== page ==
Biden’s team is considering how to talk to key voters about Trump

By | December 21, 2023

WASHINGTON – While he was president Joe Biden is increasingly rallying his base with fiery rhetoric Donald Trump Because it is the most serious threat American democracy has ever faced, his top aides say privately they are still struggling with the right tone for other key voters about Trump, his likely opponent in 2024.

It’s a delicate balance, Biden aides say: Warning voters about what the president thinks a Trump return to the Oval Office would be like, but not so much that they turn away or remain aloof. To strike the right tone, aides say, they are relying on years of data that Biden’s team has collected to track voter sentiment.

A senior Biden adviser said the question they are wrestling with is: “How do we think about Trump’s calibration?”

“Because that’s very complicated to understand,” the advisor said. “People generally have their opinions about him. But what will make people more likely to take action, rather than being left out because they don’t want to deal with him?”

NBC News spoke with a dozen White House, campaign and Democratic officials to get a sense of the Biden campaign’s emerging strategy.

In interviews, Biden’s top advisers present a dynamic that they acknowledge may sound unlikely to allies and activists concerned about what they see as a lack of urgency from the Biden campaign amid polls showing Trump right or leading in a general election contest. But, Biden advisers say, many of the voters they are currently most focused on — out-of-politics Democrats, independents and some Republicans — are not yet ready, or perhaps even unwilling, to consider that Trump will be on the ballot. for the third election in a row.

The dilemma is evident in the way the current phase of Biden’s re-election campaign is unfolding. In most of his public events and paid advertisements, Trump is barely mentioned. But when the cameras aren’t rolling and he’s speaking to loyal Democrats and donors, Biden withers his criticism of the former president.

“Let me be clear: Donald Trump poses many threats to the country, from the right to choose, to civil rights, to voting rights and America’s standing in the world,” he said Tuesday during a closed-door fundraiser. “The greatest threat Trump poses is to our democracy. Because if we lose, we lose everything.”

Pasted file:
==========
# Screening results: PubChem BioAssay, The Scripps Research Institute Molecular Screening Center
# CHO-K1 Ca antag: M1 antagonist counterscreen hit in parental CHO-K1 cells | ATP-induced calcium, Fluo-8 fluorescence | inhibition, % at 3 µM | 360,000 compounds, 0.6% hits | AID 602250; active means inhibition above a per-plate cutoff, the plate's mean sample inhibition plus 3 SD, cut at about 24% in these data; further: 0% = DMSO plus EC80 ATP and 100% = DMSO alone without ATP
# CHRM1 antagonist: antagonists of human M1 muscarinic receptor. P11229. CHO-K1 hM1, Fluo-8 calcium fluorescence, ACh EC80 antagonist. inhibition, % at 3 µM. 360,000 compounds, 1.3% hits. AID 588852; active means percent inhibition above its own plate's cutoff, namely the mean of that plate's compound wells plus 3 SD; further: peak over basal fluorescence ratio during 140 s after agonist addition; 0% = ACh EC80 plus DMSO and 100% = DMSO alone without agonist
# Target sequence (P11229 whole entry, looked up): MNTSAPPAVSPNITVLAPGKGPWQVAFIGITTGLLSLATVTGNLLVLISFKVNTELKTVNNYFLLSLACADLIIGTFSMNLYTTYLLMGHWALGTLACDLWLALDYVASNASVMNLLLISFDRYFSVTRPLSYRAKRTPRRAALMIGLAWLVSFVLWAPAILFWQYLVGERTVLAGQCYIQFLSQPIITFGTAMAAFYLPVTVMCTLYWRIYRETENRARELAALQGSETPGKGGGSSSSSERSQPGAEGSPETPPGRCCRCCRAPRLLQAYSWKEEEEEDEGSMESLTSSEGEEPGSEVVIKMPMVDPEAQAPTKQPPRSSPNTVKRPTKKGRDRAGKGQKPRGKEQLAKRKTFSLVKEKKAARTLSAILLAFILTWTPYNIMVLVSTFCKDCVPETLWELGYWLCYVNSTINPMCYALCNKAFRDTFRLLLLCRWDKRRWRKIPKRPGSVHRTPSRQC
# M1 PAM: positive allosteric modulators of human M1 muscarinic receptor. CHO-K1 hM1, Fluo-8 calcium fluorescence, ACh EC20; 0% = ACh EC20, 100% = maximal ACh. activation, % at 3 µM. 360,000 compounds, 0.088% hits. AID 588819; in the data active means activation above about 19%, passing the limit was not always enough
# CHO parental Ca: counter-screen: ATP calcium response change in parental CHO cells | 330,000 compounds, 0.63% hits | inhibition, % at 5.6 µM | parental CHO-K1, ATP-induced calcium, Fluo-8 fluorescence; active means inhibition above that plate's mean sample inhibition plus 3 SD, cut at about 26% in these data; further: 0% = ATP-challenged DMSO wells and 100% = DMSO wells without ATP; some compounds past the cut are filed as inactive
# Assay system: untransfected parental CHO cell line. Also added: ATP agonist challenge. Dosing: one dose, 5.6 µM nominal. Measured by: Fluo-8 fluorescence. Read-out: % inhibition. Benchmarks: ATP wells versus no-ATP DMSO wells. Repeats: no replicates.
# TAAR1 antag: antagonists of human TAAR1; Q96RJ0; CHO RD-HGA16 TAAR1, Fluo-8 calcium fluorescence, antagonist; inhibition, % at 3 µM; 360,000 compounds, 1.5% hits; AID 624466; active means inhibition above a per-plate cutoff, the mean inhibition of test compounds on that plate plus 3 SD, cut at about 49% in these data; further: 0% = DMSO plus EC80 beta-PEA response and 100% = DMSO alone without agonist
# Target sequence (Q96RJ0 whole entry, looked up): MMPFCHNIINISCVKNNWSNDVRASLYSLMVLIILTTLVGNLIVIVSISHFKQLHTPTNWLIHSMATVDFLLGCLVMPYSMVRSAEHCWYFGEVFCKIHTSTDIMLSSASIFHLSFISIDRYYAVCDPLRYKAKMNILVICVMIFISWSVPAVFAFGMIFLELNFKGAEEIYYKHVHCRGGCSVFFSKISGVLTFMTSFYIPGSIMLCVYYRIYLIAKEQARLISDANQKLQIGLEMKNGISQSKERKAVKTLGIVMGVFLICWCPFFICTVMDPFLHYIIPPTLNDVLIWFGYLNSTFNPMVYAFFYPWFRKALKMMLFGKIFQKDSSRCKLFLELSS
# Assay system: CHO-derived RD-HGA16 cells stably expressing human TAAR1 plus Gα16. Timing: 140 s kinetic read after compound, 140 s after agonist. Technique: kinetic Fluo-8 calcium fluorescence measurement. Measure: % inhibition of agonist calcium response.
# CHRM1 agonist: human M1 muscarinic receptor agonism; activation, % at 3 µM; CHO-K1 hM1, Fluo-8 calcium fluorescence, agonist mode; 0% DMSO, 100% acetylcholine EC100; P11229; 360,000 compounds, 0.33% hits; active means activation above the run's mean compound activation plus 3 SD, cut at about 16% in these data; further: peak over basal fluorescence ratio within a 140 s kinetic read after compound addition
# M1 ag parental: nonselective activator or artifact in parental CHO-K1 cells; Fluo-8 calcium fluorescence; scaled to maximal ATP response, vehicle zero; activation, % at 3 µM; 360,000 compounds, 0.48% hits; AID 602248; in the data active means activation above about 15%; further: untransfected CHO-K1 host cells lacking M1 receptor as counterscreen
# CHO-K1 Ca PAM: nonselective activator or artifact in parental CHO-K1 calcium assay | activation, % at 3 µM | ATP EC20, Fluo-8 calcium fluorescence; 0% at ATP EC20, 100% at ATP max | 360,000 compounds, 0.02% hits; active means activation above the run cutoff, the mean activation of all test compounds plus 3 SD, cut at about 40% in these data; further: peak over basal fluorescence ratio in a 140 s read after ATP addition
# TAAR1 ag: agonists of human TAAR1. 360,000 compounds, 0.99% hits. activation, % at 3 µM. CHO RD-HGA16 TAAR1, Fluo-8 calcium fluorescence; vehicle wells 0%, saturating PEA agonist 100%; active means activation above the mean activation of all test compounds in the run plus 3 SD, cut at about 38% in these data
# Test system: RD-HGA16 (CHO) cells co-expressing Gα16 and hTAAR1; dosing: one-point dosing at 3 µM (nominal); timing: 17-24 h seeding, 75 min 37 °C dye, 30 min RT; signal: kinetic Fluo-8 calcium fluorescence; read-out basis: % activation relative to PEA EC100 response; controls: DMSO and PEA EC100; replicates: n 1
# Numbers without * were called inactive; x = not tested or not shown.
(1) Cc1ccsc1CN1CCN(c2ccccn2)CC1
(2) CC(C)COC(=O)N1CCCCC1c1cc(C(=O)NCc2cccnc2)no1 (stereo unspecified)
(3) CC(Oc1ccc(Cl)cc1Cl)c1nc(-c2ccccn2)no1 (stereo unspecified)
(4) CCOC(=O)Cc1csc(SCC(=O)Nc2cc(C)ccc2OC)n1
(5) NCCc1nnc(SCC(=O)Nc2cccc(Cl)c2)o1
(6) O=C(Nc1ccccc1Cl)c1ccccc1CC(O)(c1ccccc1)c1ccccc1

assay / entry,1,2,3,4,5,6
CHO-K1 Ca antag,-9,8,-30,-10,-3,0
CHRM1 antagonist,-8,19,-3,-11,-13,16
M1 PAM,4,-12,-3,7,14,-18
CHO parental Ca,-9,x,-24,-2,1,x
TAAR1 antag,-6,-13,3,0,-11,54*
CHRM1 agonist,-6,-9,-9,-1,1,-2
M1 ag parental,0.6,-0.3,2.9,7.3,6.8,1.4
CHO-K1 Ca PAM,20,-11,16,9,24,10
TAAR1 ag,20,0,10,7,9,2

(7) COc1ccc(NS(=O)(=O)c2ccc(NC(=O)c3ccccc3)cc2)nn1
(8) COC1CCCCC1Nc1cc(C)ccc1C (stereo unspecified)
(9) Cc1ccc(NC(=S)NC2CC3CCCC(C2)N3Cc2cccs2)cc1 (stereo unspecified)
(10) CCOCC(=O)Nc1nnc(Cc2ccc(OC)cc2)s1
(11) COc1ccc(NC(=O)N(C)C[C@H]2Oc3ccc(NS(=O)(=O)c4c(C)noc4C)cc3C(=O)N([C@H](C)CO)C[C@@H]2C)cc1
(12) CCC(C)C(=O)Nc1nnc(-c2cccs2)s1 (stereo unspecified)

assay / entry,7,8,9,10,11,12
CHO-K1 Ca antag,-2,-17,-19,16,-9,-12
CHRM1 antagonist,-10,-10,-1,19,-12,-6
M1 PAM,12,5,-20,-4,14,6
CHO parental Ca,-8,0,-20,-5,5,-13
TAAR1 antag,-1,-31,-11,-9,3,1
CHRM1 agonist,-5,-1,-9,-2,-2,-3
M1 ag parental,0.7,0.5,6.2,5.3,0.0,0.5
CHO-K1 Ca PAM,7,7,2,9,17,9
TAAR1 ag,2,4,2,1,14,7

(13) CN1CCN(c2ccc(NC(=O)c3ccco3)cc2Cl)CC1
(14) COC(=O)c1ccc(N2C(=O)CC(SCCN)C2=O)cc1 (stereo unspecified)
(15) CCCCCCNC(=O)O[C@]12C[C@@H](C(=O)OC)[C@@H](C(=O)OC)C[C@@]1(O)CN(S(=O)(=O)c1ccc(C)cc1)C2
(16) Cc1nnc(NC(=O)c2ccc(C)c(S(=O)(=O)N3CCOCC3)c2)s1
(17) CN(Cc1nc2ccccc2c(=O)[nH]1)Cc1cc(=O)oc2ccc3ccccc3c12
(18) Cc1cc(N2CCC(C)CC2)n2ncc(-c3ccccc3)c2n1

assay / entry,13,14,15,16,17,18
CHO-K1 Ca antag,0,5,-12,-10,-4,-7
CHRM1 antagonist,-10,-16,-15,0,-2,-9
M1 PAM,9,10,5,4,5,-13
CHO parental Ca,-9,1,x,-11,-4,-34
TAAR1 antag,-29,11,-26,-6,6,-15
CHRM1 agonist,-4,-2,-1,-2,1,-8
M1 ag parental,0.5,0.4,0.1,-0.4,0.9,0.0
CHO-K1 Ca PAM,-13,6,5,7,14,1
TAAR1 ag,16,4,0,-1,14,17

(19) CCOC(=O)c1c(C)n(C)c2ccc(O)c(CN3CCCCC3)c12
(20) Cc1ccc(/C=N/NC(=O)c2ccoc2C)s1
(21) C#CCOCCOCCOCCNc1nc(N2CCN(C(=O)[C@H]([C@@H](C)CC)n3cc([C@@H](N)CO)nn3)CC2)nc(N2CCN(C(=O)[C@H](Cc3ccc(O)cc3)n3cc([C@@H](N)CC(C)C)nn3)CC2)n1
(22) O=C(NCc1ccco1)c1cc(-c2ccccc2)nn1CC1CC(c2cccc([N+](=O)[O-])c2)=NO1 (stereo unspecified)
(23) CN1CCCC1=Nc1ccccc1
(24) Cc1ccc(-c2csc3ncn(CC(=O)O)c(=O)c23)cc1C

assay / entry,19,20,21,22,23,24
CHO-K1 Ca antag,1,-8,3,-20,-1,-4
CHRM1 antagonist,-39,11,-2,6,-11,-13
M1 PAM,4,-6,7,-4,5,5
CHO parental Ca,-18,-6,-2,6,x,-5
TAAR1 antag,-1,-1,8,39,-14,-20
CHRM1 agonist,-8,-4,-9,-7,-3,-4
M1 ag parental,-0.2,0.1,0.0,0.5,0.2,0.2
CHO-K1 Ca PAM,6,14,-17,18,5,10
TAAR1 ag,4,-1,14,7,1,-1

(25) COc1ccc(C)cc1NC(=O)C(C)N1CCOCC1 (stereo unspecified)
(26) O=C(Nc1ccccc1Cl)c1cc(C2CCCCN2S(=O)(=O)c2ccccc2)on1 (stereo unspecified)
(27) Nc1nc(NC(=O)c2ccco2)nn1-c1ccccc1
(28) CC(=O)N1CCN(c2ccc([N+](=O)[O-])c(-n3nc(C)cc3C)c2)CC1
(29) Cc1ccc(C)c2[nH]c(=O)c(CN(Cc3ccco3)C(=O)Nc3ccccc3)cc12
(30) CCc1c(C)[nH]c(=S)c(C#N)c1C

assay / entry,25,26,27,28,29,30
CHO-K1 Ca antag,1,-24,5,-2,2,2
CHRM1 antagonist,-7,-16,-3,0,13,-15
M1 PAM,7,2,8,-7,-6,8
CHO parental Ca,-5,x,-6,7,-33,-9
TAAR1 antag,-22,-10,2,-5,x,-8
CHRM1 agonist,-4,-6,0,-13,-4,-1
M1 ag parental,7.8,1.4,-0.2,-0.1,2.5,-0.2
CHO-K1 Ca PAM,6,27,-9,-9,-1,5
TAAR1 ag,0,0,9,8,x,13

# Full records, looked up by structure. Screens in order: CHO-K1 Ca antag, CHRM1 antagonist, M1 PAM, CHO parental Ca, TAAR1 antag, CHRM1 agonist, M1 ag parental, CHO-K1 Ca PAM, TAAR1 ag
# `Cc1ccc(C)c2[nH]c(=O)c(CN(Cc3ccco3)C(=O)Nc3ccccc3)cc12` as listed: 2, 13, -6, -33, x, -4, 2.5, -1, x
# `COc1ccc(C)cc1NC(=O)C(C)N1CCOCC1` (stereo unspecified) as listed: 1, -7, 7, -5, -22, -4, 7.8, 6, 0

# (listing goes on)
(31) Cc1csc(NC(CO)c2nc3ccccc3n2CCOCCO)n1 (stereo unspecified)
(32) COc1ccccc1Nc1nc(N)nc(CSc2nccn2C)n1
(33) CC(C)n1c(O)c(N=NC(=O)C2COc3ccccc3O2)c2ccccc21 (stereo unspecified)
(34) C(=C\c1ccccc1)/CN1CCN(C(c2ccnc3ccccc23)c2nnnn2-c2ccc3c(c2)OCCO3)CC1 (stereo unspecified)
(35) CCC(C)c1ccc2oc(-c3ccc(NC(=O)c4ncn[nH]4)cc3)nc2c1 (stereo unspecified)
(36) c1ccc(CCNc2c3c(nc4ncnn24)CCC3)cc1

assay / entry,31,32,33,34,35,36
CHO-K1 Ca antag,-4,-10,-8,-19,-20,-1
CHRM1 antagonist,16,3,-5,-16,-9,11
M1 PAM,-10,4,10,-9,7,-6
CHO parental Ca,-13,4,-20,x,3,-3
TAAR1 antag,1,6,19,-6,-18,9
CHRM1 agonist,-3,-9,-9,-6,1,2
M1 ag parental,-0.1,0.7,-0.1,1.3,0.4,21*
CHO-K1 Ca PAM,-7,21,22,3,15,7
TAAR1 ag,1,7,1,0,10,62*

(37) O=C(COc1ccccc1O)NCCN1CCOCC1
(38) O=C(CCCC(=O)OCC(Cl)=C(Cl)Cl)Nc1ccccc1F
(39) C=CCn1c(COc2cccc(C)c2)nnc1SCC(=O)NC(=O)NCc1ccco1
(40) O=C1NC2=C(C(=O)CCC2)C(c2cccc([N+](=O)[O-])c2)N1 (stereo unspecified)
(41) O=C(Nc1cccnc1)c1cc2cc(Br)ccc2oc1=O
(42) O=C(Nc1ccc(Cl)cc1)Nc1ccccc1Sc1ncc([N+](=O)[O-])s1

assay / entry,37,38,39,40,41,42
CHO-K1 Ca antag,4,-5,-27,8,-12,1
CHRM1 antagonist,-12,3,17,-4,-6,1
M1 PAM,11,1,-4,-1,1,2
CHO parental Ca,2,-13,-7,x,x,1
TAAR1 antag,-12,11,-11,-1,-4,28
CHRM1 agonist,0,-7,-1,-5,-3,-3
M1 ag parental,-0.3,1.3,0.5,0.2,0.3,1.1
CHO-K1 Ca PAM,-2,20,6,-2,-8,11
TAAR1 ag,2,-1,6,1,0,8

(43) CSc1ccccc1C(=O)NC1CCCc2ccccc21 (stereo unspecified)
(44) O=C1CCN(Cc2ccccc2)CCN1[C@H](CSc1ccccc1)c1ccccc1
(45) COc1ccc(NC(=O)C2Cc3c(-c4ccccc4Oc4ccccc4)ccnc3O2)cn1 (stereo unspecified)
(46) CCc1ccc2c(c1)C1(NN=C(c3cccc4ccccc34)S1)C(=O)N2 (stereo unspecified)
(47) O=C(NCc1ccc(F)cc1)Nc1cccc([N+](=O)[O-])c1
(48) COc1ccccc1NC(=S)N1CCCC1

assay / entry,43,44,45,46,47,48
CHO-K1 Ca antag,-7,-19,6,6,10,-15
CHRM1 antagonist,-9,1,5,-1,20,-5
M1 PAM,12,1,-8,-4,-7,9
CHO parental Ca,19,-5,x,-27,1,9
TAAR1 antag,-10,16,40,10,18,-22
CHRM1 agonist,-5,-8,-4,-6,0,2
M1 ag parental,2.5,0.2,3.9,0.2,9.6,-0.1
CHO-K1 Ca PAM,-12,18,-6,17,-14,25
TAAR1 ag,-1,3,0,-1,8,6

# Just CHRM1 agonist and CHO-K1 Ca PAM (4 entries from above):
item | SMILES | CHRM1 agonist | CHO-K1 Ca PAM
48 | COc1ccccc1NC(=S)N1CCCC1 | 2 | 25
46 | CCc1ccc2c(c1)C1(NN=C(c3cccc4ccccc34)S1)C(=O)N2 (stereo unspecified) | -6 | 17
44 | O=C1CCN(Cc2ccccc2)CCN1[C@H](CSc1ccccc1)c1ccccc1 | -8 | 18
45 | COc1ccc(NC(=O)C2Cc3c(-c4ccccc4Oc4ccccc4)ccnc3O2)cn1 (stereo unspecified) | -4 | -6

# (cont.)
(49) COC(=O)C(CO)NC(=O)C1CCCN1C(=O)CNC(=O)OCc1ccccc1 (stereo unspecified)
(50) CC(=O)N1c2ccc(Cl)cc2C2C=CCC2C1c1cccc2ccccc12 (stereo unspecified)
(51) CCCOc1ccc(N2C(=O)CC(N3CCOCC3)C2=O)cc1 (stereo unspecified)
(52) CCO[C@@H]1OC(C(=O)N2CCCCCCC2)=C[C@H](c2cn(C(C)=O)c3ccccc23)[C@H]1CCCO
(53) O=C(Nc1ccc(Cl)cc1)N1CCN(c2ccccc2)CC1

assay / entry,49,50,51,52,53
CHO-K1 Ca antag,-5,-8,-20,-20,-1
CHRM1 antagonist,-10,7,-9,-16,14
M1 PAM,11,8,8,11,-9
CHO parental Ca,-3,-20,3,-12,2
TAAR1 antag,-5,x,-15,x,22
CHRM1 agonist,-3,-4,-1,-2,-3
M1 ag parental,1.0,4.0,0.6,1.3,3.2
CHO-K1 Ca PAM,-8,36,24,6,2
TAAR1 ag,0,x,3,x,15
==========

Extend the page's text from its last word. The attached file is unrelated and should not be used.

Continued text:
Biden’s campaign and at times even his White House also responded quickly to some of Trump’s most controversial rhetoric on the campaign trail. Over the weekend, the campaign released a statement saying Trump had “emulated Adolf Hitler” when he accused immigrants of “poisoning the blood of our country.”

In contrast, Biden’s public events around the country and his campaign message on air focus mainly on what he sees as his economic performance. The campaign’s $25 million spend this fall continues to focus on issues such as Biden’s middle-class education, his plan to lower prescription drug prices and his support for Black-owned small businesses. On Wednesday in Milwaukee, Biden targeted Wisconsin Republican Senator Ron Johnson instead of Trump, criticizing his legislative record.

While some Democrats would prefer the Biden campaign take a much more aggressive approach to Trump at this point and have urged the president and his aides to do so, Biden advisers argue there is still an upside in holding back during the Republican primaries. The Republican debates have not featured Trump, but they have provided opportunities for the Biden campaign to build a trove of video clips of the other Republican candidates criticizing Trump on issues like the growth of the national debt, Biden said— assistants. The Biden campaign plans to highlight those moments in coming months in messages aimed at Republican independents, the aides said.